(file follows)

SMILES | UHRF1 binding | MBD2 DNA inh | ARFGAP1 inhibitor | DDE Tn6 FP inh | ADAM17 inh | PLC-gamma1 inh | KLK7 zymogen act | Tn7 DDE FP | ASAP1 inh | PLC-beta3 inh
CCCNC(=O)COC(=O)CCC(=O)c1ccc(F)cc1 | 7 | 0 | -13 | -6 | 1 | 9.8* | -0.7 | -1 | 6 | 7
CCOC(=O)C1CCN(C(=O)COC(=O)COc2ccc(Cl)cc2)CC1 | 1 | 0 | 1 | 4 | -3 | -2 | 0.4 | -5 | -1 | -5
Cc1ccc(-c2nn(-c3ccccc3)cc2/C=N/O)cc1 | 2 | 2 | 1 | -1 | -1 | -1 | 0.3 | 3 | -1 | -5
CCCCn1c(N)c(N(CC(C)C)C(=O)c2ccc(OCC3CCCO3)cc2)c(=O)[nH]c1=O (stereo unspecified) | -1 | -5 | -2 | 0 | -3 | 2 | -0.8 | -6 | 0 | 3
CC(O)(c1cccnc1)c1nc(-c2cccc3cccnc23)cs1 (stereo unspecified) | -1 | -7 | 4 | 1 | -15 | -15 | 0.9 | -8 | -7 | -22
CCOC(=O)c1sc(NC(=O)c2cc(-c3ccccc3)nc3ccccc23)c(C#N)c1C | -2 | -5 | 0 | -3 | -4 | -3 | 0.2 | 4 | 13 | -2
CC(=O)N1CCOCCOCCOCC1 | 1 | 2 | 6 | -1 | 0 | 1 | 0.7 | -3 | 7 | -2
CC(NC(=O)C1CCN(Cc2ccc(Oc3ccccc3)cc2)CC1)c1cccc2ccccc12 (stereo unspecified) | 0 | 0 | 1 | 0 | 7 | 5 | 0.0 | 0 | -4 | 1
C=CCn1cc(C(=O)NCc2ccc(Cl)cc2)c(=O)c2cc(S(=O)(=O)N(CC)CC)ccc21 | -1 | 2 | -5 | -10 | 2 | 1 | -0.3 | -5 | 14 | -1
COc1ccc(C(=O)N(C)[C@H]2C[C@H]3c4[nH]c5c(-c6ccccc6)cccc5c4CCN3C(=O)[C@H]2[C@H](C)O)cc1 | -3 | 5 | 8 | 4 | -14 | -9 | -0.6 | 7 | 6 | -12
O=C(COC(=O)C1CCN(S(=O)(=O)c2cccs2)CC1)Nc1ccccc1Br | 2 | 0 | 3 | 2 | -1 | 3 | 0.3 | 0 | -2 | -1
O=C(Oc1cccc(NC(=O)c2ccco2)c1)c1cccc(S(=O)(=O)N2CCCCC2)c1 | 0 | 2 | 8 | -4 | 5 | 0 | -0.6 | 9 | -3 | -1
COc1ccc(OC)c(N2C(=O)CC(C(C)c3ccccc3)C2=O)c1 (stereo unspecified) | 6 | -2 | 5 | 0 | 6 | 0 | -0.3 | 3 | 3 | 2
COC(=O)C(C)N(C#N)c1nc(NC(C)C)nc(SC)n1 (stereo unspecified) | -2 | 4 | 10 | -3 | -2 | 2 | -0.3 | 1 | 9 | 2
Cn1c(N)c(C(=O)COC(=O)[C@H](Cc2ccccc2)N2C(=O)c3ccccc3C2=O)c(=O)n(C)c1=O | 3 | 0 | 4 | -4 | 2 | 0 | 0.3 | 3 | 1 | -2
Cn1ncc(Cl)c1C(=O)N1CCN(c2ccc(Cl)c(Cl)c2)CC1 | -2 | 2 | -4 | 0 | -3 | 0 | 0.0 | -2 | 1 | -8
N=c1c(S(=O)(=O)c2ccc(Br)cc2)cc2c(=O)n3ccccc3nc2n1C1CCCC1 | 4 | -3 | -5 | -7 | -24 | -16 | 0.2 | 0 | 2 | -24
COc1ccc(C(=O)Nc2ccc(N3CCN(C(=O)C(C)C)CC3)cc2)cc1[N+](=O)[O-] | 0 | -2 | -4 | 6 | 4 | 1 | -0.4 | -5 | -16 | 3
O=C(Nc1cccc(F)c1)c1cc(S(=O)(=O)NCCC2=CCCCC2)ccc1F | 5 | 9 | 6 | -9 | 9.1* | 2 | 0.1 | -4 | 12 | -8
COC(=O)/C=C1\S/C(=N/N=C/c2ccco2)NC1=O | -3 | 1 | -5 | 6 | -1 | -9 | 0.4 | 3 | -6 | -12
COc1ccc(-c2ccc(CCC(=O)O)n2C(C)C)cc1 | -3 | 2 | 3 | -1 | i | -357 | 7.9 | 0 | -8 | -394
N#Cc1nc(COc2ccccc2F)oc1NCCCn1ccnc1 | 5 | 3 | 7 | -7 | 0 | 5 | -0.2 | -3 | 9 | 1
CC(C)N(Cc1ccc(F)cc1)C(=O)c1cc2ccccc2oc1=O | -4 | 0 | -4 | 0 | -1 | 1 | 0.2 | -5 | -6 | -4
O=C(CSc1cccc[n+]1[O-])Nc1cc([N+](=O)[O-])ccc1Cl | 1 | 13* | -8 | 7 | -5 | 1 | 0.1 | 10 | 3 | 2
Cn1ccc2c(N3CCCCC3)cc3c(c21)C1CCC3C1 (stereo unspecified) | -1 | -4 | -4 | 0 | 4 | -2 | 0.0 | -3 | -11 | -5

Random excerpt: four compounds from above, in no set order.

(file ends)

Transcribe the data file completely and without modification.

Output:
SMILES | UHRF1 binding | MBD2 DNA inh | ARFGAP1 inhibitor | DDE Tn6 FP inh | ADAM17 inh | PLC-gamma1 inh | KLK7 zymogen act | Tn7 DDE FP | ASAP1 inh | PLC-beta3 inh
CCCNC(=O)COC(=O)CCC(=O)c1ccc(F)cc1 | 7 | 0 | -13 | -6 | 1 | 9.8* | -0.7 | -1 | 6 | 7
CCOC(=O)C1CCN(C(=O)COC(=O)COc2ccc(Cl)cc2)CC1 | 1 | 0 | 1 | 4 | -3 | -2 | 0.4 | -5 | -1 | -5
Cc1ccc(-c2nn(-c3ccccc3)cc2/C=N/O)cc1 | 2 | 2 | 1 | -1 | -1 | -1 | 0.3 | 3 | -1 | -5
CCCCn1c(N)c(N(CC(C)C)C(=O)c2ccc(OCC3CCCO3)cc2)c(=O)[nH]c1=O (stereo unspecified) | -1 | -5 | -2 | 0 | -3 | 2 | -0.8 | -6 | 0 | 3
CC(O)(c1cccnc1)c1nc(-c2cccc3cccnc23)cs1 (stereo unspecified) | -1 | -7 | 4 | 1 | -15 | -15 | 0.9 | -8 | -7 | -22
CCOC(=O)c1sc(NC(=O)c2cc(-c3ccccc3)nc3ccccc23)c(C#N)c1C | -2 | -5 | 0 | -3 | -4 | -3 | 0.2 | 4 | 13 | -2
CC(=O)N1CCOCCOCCOCC1 | 1 | 2 | 6 | -1 | 0 | 1 | 0.7 | -3 | 7 | -2
CC(NC(=O)C1CCN(Cc2ccc(Oc3ccccc3)cc2)CC1)c1cccc2ccccc12 (stereo unspecified) | 0 | 0 | 1 | 0 | 7 | 5 | 0.0 | 0 | -4 | 1
C=CCn1cc(C(=O)NCc2ccc(Cl)cc2)c(=O)c2cc(S(=O)(=O)N(CC)CC)ccc21 | -1 | 2 | -5 | -10 | 2 | 1 | -0.3 | -5 | 14 | -1
COc1ccc(C(=O)N(C)[C@H]2C[C@H]3c4[nH]c5c(-c6ccccc6)cccc5c4CCN3C(=O)[C@H]2[C@H](C)O)cc1 | -3 | 5 | 8 | 4 | -14 | -9 | -0.6 | 7 | 6 | -12
O=C(COC(=O)C1CCN(S(=O)(=O)c2cccs2)CC1)Nc1ccccc1Br | 2 | 0 | 3 | 2 | -1 | 3 | 0.3 | 0 | -2 | -1
O=C(Oc1cccc(NC(=O)c2ccco2)c1)c1cccc(S(=O)(=O)N2CCCCC2)c1 | 0 | 2 | 8 | -4 | 5 | 0 | -0.6 | 9 | -3 | -1
COc1ccc(OC)c(N2C(=O)CC(C(C)c3ccccc3)C2=O)c1 (stereo unspecified) | 6 | -2 | 5 | 0 | 6 | 0 | -0.3 | 3 | 3 | 2
COC(=O)C(C)N(C#N)c1nc(NC(C)C)nc(SC)n1 (stereo unspecified) | -2 | 4 | 10 | -3 | -2 | 2 | -0.3 | 1 | 9 | 2
Cn1c(N)c(C(=O)COC(=O)[C@H](Cc2ccccc2)N2C(=O)c3ccccc3C2=O)c(=O)n(C)c1=O | 3 | 0 | 4 | -4 | 2 | 0 | 0.3 | 3 | 1 | -2
Cn1ncc(Cl)c1C(=O)N1CCN(c2ccc(Cl)c(Cl)c2)CC1 | -2 | 2 | -4 | 0 | -3 | 0 | 0.0 | -2 | 1 | -8
N=c1c(S(=O)(=O)c2ccc(Br)cc2)cc2c(=O)n3ccccc3nc2n1C1CCCC1 | 4 | -3 | -5 | -7 | -24 | -16 | 0.2 | 0 | 2 | -24
COc1ccc(C(=O)Nc2ccc(N3CCN(C(=O)C(C)C)CC3)cc2)cc1[N+](=O)[O-] | 0 | -2 | -4 | 6 | 4 | 1 | -0.4 | -5 | -16 | 3
O=C(Nc1cccc(F)c1)c1cc(S(=O)(=O)NCCC2=CCCCC2)ccc1F | 5 | 9 | 6 | -9 | 9.1* | 2 | 0.1 | -4 | 12 | -8
COC(=O)/C=C1\S/C(=N/N=C/c2ccco2)NC1=O | -3 | 1 | -5 | 6 | -1 | -9 | 0.4 | 3 | -6 | -12
COc1ccc(-c2ccc(CCC(=O)O)n2C(C)C)cc1 | -3 | 2 | 3 | -1 | i | -357 | 7.9 | 0 | -8 | -394
N#Cc1nc(COc2ccccc2F)oc1NCCCn1ccnc1 | 5 | 3 | 7 | -7 | 0 | 5 | -0.2 | -3 | 9 | 1
CC(C)N(Cc1ccc(F)cc1)C(=O)c1cc2ccccc2oc1=O | -4 | 0 | -4 | 0 | -1 | 1 | 0.2 | -5 | -6 | -4
O=C(CSc1cccc[n+]1[O-])Nc1cc([N+](=O)[O-])ccc1Cl | 1 | 13* | -8 | 7 | -5 | 1 | 0.1 | 10 | 3 | 2
Cn1ccc2c(N3CCCCC3)cc3c(c21)C1CCC3C1 (stereo unspecified) | -1 | -4 | -4 | 0 | 4 | -2 | 0.0 | -3 | -11 | -5

Random excerpt: four compounds from above, in no set order.